On days 3 and 4 after SAH, the concentration of apoE was significantly lower than that of the control group but thereafter increased toward control values. The decrease in CSF apoE observed in SAH CSF occurred despite the release of plasma proteins into the CSF. These data are summarized in the Table. CSF Aβ1–40 and Aβ1–42 concentrations were significantly lower in SAH CSF (Figure 1) compared with controls for all the time points investigated. In SAH CSF there was significant correlation (r=0.85, P<0.0001) of Aβ1–40trough and apoEtrough (Figure 2). The maximum decrease in Aβ1–42 concentration correlated with clinical outcome (Spearman r=−0.60, P=0.01) 3 months after SAH. Patients with unfavorable outcome after SAH had significantly lower CSF Aβ1–42 concentration (P=0.05, Mann-Whitney) than those with favorable outcome.
CSF S100B and τ After SAH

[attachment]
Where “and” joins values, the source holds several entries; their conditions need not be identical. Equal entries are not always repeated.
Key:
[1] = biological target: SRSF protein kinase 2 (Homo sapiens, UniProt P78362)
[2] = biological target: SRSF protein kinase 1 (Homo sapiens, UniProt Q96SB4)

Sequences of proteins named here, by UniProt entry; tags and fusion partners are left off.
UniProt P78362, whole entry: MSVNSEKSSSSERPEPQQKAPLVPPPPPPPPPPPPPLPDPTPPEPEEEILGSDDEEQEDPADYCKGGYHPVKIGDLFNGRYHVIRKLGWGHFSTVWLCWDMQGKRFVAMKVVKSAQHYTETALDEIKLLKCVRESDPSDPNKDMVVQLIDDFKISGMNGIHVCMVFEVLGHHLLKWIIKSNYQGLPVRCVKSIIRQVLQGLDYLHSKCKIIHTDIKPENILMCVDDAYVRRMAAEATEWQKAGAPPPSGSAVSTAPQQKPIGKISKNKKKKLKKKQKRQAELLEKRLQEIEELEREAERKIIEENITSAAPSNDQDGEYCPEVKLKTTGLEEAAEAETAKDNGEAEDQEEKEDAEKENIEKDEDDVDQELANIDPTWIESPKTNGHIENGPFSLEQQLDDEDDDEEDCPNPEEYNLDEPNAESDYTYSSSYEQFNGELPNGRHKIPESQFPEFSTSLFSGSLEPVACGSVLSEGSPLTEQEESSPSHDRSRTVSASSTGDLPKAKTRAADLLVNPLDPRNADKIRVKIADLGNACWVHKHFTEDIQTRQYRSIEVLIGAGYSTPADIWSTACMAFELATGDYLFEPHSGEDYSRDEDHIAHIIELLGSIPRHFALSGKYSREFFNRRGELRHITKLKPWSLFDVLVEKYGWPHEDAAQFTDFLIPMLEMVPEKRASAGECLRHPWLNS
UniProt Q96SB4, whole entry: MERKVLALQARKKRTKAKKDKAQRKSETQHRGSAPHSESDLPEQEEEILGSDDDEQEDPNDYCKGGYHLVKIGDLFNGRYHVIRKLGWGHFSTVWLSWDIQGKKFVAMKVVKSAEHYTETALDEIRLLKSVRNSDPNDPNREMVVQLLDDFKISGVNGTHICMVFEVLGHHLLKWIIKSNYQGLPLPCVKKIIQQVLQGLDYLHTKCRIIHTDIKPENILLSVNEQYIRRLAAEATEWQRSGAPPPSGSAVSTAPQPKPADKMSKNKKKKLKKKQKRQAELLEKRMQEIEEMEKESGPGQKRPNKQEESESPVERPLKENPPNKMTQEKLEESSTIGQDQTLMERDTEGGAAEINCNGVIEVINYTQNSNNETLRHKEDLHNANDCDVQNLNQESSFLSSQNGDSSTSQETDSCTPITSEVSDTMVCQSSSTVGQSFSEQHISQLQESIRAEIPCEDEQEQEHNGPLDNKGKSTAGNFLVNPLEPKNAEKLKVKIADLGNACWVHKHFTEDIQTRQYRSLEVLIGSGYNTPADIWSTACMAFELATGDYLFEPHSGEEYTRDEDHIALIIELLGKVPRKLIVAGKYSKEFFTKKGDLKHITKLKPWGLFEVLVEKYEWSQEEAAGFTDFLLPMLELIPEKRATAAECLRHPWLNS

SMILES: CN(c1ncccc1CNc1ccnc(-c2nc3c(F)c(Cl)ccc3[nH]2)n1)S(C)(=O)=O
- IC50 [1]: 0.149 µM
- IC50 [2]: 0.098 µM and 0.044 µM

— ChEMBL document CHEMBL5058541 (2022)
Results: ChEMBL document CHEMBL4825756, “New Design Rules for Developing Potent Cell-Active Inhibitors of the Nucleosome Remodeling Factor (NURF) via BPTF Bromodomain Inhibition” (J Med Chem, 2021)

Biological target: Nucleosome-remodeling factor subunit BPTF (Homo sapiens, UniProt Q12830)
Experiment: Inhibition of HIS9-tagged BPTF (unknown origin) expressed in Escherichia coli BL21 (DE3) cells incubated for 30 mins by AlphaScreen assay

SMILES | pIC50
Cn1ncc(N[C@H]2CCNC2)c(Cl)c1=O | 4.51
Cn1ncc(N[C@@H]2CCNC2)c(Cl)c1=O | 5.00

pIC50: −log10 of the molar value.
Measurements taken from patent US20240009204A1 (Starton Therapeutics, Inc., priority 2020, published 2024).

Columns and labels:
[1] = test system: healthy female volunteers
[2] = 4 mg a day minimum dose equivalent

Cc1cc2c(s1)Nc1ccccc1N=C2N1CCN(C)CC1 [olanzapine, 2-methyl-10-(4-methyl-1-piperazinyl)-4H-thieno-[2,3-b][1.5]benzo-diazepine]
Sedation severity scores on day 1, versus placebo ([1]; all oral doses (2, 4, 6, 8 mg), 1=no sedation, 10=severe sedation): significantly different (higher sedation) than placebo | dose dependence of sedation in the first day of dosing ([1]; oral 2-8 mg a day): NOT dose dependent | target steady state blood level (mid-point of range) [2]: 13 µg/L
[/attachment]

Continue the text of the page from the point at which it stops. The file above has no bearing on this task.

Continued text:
The concentration of S100B in SAH CSF was significantly elevated compared with controls for all the time points investigated (Table). Similarly, the concentration (±SD) of τ in control CSF (0.19±0.2 μg/L) was significantly lower than that in SAH CSF for all time points investigated (day 2, 3.4±4.4; day 6, 2.7±2.9; day 10, 2.9±1.9 μg/L). The peak concentration of τ in SAH CSF correlated significantly (Spearman r=−0.69, P=0.002) with Glasgow Coma Scale score. The concentration of τ in the CSF of patients in coma after SAH was significantly (P=0.01, Mann-Whitney) higher than that of patients with a Glasgow Coma Scale score >8. There was significant correlation between peak S100B (Spearman r=−0.60, P=0.02) and τ (Spearman r=−0.63, P=0.02) and Glasgow Outcome Scale score 3 months after SAH. The peak τ concentration in SAH CSF of patients with unfavorable outcome was significantly (P=0.007, Mann-Whitney) higher than that of those with favorable outcome, but this was not the case for S100B.